But that isn't the only marker of spring.. for as the mountains green, so do our lives' activities mark the season's arrival.. in work, in play... in celebration... climbing, paddling, hiking... chasing that 100 ft per day... (and when we catch it, we put in in our pocket for next winter's fireside)
Potatoes cut and planted, the harvest distant, but already in sight.. the spring's cool rains and sun's warmth bring out a variety of eminently edible mushrooms known as morels from the forest floor.. ("merkles" as they're pronounced locally, perhaps from "miracle" in the local dialect) Sprouting from nothing.. free for the taking, and easy on the taste buds.
A day, or two or three is never wasted when spent hunting miracles.
And not only do the rains bring forth merkles from the forest duff, but they also swell the local creeks and bring out the year's crop of white water boaters from Hood College.. testing their newly acquired skills, and stretching the limits of what is within their abilities.. and not ceasing to be amazed.
Overall Falls, the icy playground of our winter afternoons, now mercurial, is breathtaking as it leaps off the mountain in full flight..filling the air with white noise and mist.. plunging headlong into the valley below.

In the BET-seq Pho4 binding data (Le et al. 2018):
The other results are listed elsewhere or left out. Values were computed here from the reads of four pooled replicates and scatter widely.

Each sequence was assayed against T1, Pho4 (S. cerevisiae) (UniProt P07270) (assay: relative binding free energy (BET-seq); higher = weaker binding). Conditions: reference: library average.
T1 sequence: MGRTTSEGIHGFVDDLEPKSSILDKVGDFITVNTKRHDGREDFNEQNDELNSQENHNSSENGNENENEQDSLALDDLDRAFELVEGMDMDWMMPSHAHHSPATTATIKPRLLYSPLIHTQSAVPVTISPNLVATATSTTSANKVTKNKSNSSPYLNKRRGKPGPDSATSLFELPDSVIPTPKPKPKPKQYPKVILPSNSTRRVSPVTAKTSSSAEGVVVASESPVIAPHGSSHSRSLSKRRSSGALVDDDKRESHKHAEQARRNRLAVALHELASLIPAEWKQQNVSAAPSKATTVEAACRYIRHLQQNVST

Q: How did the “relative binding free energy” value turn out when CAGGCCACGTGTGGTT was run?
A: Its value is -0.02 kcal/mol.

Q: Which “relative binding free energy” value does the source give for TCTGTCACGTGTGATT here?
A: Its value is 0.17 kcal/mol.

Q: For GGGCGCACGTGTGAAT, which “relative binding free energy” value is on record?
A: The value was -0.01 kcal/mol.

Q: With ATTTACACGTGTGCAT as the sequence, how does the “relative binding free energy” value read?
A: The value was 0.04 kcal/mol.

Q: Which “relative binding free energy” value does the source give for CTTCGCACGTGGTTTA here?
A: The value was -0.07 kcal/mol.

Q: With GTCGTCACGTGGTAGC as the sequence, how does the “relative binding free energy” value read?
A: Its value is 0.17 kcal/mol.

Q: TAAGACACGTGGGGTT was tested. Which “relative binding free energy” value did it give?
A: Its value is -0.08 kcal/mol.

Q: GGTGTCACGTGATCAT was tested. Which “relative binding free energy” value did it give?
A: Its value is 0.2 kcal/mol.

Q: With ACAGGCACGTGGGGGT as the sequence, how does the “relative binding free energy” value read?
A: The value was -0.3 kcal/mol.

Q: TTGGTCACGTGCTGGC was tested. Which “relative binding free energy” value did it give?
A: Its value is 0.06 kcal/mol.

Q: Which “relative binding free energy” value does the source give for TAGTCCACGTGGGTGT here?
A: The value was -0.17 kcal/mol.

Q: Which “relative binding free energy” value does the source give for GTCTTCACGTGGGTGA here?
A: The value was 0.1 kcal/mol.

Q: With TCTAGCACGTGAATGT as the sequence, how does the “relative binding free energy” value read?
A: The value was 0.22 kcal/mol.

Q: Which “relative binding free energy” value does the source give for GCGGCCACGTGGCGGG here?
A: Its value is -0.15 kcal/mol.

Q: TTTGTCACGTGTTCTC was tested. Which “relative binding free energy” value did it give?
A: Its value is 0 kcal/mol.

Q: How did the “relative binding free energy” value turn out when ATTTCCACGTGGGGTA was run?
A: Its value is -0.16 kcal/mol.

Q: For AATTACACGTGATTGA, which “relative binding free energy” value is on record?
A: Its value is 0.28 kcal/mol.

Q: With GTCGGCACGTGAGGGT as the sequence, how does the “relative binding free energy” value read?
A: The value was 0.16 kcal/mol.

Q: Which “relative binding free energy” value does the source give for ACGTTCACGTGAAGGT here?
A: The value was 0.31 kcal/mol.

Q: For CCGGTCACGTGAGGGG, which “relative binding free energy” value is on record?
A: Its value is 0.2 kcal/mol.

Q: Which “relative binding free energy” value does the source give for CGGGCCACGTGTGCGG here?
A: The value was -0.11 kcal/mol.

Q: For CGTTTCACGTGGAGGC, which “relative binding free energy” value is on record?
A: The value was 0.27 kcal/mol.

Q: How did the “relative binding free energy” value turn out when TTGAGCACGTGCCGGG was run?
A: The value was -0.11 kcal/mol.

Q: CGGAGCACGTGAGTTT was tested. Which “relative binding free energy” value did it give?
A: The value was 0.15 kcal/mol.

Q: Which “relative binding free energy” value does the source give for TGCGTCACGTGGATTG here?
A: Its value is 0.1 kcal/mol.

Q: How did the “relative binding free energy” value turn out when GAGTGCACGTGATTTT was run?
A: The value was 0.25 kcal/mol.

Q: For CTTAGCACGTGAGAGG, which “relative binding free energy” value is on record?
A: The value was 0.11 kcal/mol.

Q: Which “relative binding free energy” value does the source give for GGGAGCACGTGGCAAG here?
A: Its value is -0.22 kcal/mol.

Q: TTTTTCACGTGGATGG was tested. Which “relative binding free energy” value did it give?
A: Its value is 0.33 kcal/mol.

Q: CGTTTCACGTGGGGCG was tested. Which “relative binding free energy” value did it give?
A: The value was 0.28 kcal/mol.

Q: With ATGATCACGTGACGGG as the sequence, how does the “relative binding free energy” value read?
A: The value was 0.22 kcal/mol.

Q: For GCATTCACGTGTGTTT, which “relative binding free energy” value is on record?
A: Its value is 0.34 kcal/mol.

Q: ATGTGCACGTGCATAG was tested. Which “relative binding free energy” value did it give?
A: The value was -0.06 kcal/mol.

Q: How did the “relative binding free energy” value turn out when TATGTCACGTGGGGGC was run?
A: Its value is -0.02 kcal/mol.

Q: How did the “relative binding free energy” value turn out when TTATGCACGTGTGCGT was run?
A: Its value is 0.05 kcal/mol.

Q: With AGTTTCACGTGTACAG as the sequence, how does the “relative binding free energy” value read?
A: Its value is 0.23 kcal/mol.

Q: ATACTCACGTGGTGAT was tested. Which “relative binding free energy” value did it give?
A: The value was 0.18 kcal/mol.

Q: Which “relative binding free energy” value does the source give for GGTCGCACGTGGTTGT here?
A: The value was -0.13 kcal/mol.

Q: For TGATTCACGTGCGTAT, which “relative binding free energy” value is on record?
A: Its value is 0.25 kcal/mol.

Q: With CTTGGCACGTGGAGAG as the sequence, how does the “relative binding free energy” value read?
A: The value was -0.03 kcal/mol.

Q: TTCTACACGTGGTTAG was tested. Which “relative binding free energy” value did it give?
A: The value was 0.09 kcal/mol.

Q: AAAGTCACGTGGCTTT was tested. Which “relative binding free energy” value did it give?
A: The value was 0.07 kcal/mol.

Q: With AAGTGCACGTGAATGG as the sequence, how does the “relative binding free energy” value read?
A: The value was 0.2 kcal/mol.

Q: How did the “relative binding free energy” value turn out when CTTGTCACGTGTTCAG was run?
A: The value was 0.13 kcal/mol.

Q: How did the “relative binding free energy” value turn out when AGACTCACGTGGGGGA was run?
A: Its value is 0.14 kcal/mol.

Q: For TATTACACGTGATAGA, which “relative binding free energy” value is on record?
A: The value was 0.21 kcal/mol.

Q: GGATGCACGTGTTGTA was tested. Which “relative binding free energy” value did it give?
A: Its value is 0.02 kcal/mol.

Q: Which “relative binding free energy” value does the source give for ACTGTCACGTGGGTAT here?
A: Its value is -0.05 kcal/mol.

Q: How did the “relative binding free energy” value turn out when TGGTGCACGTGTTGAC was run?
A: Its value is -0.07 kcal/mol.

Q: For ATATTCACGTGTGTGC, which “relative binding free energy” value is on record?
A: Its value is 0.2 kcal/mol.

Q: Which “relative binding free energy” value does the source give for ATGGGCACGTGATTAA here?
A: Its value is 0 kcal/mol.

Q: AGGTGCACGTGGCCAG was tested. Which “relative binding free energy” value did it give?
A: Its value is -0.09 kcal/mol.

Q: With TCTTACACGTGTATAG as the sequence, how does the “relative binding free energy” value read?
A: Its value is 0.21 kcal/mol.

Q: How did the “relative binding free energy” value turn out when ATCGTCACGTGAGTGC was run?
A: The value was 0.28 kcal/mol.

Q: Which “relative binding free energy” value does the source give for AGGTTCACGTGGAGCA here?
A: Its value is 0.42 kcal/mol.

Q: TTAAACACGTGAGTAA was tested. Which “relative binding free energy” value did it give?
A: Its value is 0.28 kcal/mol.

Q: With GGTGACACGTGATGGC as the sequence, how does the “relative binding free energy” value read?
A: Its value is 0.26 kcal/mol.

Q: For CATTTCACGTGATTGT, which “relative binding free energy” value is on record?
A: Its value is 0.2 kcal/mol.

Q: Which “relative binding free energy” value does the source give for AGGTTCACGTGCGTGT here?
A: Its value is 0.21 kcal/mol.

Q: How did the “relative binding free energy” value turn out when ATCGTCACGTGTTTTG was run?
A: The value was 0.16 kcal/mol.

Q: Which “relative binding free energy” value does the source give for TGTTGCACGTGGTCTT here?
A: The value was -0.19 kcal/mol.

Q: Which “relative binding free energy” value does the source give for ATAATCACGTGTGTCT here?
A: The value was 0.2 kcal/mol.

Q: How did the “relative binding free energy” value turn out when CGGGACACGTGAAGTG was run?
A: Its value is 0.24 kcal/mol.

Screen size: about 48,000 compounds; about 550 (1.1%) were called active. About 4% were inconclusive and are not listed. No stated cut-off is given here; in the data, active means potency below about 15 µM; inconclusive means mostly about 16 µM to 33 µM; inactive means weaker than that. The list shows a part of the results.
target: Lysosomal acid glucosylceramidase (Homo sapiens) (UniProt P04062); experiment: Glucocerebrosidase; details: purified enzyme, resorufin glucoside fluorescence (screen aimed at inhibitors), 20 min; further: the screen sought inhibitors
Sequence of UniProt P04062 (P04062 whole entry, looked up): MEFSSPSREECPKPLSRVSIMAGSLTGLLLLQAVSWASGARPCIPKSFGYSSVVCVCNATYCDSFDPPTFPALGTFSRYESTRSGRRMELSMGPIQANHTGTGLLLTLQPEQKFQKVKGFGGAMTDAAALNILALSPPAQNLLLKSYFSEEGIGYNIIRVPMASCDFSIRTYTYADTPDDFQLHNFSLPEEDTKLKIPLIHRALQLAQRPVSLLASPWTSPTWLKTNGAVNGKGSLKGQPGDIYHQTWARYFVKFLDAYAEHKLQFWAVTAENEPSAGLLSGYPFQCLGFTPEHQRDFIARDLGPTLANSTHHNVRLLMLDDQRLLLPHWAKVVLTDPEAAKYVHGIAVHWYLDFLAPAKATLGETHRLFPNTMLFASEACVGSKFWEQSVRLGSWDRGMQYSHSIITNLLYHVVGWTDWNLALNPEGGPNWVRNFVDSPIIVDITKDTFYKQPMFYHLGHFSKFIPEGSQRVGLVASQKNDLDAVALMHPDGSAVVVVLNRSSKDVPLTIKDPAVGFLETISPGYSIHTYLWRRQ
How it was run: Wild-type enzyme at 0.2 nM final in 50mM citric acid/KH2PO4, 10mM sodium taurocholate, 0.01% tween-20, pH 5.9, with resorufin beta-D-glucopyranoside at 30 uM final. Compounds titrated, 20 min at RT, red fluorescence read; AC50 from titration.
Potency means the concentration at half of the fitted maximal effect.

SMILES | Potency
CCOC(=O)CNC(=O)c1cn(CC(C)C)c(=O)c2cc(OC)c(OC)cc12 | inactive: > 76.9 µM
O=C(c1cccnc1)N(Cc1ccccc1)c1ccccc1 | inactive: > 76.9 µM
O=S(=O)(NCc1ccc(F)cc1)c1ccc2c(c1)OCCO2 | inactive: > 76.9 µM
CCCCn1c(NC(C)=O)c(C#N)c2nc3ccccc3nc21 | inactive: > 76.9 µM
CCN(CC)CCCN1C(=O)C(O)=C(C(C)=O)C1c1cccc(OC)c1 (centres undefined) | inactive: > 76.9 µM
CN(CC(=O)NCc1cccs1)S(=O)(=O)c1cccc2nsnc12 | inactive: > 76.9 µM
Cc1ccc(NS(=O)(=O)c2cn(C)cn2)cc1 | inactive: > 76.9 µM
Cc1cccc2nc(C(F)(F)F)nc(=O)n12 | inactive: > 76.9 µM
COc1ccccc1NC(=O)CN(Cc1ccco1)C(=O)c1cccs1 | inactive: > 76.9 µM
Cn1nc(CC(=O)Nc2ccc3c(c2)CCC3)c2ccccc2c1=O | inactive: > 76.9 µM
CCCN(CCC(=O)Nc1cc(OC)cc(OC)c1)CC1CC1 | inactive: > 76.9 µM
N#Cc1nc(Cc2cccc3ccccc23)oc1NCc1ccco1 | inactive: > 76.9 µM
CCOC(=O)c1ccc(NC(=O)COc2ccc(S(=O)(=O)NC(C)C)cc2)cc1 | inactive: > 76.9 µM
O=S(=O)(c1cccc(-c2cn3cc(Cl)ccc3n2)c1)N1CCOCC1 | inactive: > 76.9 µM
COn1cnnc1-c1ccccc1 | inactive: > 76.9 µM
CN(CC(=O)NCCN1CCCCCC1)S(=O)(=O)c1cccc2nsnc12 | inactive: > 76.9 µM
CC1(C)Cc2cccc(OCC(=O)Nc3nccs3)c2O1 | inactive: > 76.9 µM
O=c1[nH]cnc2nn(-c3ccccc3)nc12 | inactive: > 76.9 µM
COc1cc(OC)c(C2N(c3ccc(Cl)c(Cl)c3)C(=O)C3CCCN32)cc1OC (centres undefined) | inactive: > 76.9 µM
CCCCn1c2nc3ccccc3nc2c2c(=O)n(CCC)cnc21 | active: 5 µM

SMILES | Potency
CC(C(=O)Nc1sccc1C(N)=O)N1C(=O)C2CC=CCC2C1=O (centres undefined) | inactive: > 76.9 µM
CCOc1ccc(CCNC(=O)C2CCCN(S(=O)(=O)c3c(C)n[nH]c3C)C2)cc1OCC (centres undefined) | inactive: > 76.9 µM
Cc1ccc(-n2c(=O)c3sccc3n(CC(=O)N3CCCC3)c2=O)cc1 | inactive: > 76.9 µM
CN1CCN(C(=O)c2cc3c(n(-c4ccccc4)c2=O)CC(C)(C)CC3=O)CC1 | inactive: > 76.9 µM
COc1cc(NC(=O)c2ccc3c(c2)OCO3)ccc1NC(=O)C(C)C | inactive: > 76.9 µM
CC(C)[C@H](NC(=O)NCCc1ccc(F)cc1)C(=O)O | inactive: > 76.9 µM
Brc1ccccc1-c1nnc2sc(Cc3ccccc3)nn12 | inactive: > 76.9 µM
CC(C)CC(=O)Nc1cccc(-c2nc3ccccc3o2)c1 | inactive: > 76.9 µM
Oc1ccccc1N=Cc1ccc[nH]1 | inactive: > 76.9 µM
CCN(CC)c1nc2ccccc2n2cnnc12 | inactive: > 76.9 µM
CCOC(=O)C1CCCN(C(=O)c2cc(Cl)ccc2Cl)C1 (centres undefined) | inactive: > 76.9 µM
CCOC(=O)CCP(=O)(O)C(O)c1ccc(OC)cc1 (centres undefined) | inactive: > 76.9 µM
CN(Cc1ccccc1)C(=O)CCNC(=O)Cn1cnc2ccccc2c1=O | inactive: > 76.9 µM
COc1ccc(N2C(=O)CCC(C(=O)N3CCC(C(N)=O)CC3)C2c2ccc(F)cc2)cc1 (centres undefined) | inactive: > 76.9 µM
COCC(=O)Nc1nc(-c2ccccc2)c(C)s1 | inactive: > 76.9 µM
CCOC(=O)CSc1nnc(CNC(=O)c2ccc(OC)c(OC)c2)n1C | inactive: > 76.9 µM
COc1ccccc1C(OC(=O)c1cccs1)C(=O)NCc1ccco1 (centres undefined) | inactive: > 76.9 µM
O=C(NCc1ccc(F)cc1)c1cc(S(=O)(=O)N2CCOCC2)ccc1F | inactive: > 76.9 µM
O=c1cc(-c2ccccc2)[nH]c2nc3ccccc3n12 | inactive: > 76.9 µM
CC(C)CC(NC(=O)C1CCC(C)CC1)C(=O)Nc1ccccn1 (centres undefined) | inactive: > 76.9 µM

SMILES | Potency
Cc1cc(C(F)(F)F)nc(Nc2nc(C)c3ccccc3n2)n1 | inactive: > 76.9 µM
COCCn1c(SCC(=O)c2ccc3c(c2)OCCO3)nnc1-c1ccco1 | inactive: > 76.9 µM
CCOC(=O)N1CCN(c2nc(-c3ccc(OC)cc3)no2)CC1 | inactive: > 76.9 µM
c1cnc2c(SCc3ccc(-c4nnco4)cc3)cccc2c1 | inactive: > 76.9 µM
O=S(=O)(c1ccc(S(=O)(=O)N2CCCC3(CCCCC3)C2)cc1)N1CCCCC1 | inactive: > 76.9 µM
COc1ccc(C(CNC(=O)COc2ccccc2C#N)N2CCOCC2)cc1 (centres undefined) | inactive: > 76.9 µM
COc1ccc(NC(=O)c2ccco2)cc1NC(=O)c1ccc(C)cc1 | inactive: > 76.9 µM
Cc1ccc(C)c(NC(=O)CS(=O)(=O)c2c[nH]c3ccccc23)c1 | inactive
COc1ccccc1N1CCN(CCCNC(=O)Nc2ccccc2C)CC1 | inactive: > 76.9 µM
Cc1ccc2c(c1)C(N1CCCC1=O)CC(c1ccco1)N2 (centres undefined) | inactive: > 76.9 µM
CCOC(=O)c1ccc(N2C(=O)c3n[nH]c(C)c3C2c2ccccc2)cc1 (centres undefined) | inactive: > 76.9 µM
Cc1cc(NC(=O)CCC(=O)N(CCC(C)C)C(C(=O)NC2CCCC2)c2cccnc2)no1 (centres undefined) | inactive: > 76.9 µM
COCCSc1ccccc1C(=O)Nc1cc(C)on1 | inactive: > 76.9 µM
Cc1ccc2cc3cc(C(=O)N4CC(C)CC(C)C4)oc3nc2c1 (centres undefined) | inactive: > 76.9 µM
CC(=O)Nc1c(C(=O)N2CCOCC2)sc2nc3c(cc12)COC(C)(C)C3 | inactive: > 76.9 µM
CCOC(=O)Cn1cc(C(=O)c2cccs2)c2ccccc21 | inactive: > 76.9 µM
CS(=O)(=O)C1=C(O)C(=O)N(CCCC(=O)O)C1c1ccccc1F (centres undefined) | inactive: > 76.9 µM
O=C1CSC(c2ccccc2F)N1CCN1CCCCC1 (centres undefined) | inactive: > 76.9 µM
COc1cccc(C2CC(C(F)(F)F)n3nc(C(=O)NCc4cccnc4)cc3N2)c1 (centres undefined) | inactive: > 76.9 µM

Waterfalls and wildflowers, wildflowers and waterfalls.. the ying and yang of springtime in Shenandoah.
Our scheduled weekly hikes (Thursdays) and climbs (Wednesdays) in Shenandoah National Park have started... and life for us and our guests just doesn't get a whole lot sweeter!
On a recent warm day we were joined by Bill and Mary Burnham, noted travel writers and guidebook authors.. as they journeyed with us into higher and less visited regions of Shenandoah. The uphill labors were well rewarded. Our day was measured not by mileage or even by elapsed time, but by the procession of the green into the heights as we passed through the seasons, from the emerald lowlands, back into winter grays of the heights.
(someone please queue Copeland's "Fanfare for the Common Man")